Tuesday, June 30, 2015

Day 3: London

So on our 3rd day in London, we had a bus ticket to Cambridge ready to leave around mid-afternoon. Our plan was to go to the British museum in the morning, but when when we got there, it wasn't going to open for a couple hours. Our new plan was to head over to the British National Library. It happens to be a horridly ugly building...and was also not open yet. We wandered down the street and stumbled upon this enormous gothic-esque building that turned out to be the Pancras Hotel. It was a little initimidating to go inside, so we took photos and then headed back to the library to wait in line for it to open. A middle-aged, friendly guy was in line next to us, and we ended up having a great conversation about the Pancras Hotel, it's history, the history of this section of London, middle-class English life, and kids (he had 5 from our kids' ages up to college).

Too bad we didn't sneak inside, because this is the grand staircase... (Photo from the hotel website)
(more photos from the site...)

Doesn't this look like a Wes Anderson set? I wish I had gone in...
In the courtyard in front of the British National Libary

This is the British Library -- It's not exactly hideous, but, really, in the midst of so much beautiful architecture from so many eras...

When we got in, we found out we could go into any of the reading rooms or have access to any books unless we had a library card. We almost left, but found a "treasures" room open to the public and free. We saw a note Michelangelo wrote to his dad telling him he had finished the Sistine Chapel's ceiling and was happy with it; Handel's "Messiah" written in his own hand; Bach's hand-written "Well-Tempered Clavier" manuscript; Jane Austen's writing desk where she wrote all of her novels as well her hand-written Persuasion novel; Shakespeare's first folio; Codex Sinaiticus -- the earliest complete copy of the New Testament; The Lindisfarne Gospels; Gutenberg's Bible of 1455; Diamond Sutra - the world's earliest dated printed book; A note that Henry the VIII and Anne Boleyn wrote to their cardinal asking for the King's divorce to get hurried along...in their own handwriting; The handwritten lyrics to "A Hard's Days' Night" written by John Lennon on the back of his son's birthday card; Leonardo da Vinci's notebook...and more. It was kind of mind-blowing.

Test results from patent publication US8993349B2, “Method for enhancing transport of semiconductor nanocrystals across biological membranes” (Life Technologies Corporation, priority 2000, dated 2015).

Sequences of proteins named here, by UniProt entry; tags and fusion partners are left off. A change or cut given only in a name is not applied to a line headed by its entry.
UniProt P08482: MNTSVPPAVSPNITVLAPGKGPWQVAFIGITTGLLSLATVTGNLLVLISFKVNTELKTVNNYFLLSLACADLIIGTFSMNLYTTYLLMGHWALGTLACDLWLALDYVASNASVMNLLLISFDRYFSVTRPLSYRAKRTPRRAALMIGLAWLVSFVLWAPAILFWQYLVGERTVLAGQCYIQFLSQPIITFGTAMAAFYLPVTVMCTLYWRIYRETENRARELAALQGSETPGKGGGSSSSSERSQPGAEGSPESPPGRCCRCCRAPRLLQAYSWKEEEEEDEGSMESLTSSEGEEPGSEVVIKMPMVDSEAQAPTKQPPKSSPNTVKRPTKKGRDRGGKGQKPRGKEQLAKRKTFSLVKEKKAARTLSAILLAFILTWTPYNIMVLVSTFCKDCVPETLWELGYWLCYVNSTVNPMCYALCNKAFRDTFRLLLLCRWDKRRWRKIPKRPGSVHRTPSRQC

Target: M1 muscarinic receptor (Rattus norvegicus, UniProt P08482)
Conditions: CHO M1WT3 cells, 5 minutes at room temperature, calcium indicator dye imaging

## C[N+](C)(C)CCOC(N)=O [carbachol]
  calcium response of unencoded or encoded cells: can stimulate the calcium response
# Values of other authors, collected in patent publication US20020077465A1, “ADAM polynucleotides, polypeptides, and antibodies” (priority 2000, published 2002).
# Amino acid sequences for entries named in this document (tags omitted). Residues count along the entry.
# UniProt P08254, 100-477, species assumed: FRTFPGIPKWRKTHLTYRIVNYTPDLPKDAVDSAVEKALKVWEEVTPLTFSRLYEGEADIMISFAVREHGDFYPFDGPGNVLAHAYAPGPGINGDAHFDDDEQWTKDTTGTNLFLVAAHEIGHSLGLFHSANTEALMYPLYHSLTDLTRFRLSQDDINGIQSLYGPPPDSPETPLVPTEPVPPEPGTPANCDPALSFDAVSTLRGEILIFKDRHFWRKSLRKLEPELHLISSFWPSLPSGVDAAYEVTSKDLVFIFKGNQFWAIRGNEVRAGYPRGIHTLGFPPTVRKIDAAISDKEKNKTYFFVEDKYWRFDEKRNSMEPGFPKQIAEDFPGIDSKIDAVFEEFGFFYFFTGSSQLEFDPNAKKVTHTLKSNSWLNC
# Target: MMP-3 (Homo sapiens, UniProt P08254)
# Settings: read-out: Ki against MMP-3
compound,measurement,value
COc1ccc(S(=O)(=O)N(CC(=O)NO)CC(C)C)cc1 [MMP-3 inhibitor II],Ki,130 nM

Then we made it to the British Library. We decided to go to the British/Roman treasures found in Britain and the jewelry and clocks rooms. 

Many things from Lincoln, England...

The dots are places where all these treasures were found...

1st/2nd Century Jewelry

Jewelry from a young child's grave, 1st Century

Londesborough Brooch, AD750-850; Popular type in Ireland, used to fasten a cloak.

Ring brooches from Ireland under Viking influence

Necklace from the Baltic Sea Region; influenced by Scandinavian Viking women's fashion

Early to mid-19th century, German

Gothic-style earrings, maybe made in Berlin around 1820

Diamond oak-leaf tiara from English, Hunt, & Roskell of London, 1855

A really fun clock run by weights on pulleys...fascinating to follow all the interplay happening to make it perpetually run...

A clearer photo with no people obscuring it...from a blog called Morgan Bakies

Ceiling of the British Museum opening room

British Museum entrance...it was about 4 times as wide as this...

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